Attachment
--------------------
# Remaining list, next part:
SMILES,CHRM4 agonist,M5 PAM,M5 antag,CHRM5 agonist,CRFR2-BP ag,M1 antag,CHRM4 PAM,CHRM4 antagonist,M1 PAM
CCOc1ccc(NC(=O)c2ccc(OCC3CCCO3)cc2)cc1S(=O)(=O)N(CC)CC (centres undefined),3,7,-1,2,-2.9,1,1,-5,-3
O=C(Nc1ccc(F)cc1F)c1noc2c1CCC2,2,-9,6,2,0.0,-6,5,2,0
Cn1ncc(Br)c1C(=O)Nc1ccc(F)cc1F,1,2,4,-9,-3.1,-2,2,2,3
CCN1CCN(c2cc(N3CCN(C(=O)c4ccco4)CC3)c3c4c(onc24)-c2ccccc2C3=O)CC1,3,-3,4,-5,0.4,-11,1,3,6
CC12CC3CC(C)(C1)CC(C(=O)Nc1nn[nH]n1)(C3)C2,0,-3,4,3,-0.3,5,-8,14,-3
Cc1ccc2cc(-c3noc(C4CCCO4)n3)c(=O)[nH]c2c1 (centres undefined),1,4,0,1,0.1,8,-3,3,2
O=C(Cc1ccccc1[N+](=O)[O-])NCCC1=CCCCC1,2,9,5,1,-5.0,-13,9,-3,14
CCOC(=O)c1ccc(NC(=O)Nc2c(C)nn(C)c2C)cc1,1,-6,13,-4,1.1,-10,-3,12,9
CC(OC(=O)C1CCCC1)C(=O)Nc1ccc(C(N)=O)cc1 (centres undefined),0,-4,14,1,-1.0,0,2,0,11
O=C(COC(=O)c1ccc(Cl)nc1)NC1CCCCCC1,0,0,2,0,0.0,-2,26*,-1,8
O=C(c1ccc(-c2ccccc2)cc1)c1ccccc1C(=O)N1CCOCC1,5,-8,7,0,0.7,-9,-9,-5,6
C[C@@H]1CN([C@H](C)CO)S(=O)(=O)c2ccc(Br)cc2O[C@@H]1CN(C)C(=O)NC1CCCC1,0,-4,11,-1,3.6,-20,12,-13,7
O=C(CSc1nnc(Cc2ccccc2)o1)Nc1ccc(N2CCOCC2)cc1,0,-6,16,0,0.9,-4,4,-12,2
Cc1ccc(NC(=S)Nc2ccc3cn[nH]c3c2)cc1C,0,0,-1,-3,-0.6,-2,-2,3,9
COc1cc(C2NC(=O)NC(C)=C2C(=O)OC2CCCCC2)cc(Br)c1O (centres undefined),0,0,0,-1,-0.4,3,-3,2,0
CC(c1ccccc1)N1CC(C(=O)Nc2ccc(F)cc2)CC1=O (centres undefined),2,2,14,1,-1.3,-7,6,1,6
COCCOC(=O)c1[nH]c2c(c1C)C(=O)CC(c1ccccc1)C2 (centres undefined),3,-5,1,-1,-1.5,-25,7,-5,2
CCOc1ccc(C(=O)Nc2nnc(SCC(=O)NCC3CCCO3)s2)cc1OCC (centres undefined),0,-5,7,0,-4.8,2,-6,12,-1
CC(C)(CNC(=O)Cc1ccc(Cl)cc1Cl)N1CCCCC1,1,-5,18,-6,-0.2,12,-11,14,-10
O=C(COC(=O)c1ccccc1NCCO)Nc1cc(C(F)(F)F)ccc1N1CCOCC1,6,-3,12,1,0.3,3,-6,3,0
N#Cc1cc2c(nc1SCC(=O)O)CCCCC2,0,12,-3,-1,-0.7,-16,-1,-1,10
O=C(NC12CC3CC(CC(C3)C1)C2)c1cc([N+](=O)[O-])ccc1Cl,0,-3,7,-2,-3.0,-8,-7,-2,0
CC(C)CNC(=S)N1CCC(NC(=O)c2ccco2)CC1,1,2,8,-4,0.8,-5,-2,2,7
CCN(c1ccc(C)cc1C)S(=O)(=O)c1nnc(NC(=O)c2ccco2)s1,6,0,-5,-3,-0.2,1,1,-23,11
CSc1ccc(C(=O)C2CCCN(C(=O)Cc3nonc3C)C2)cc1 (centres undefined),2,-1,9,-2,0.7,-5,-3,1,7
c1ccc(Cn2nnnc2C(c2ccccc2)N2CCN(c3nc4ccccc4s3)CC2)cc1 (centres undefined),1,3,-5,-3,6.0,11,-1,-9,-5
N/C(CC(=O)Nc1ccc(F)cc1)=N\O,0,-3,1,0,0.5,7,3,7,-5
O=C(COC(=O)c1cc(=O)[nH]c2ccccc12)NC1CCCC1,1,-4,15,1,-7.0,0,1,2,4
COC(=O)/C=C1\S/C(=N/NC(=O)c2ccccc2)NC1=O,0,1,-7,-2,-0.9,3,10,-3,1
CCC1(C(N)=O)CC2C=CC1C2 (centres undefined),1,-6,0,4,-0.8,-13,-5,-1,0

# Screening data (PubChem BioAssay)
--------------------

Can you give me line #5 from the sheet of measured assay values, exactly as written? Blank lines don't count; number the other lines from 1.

Cn1ncc(Br)c1C(=O)Nc1ccc(F)cc1F,1,2,4,-9,-3.1,-2,2,2,3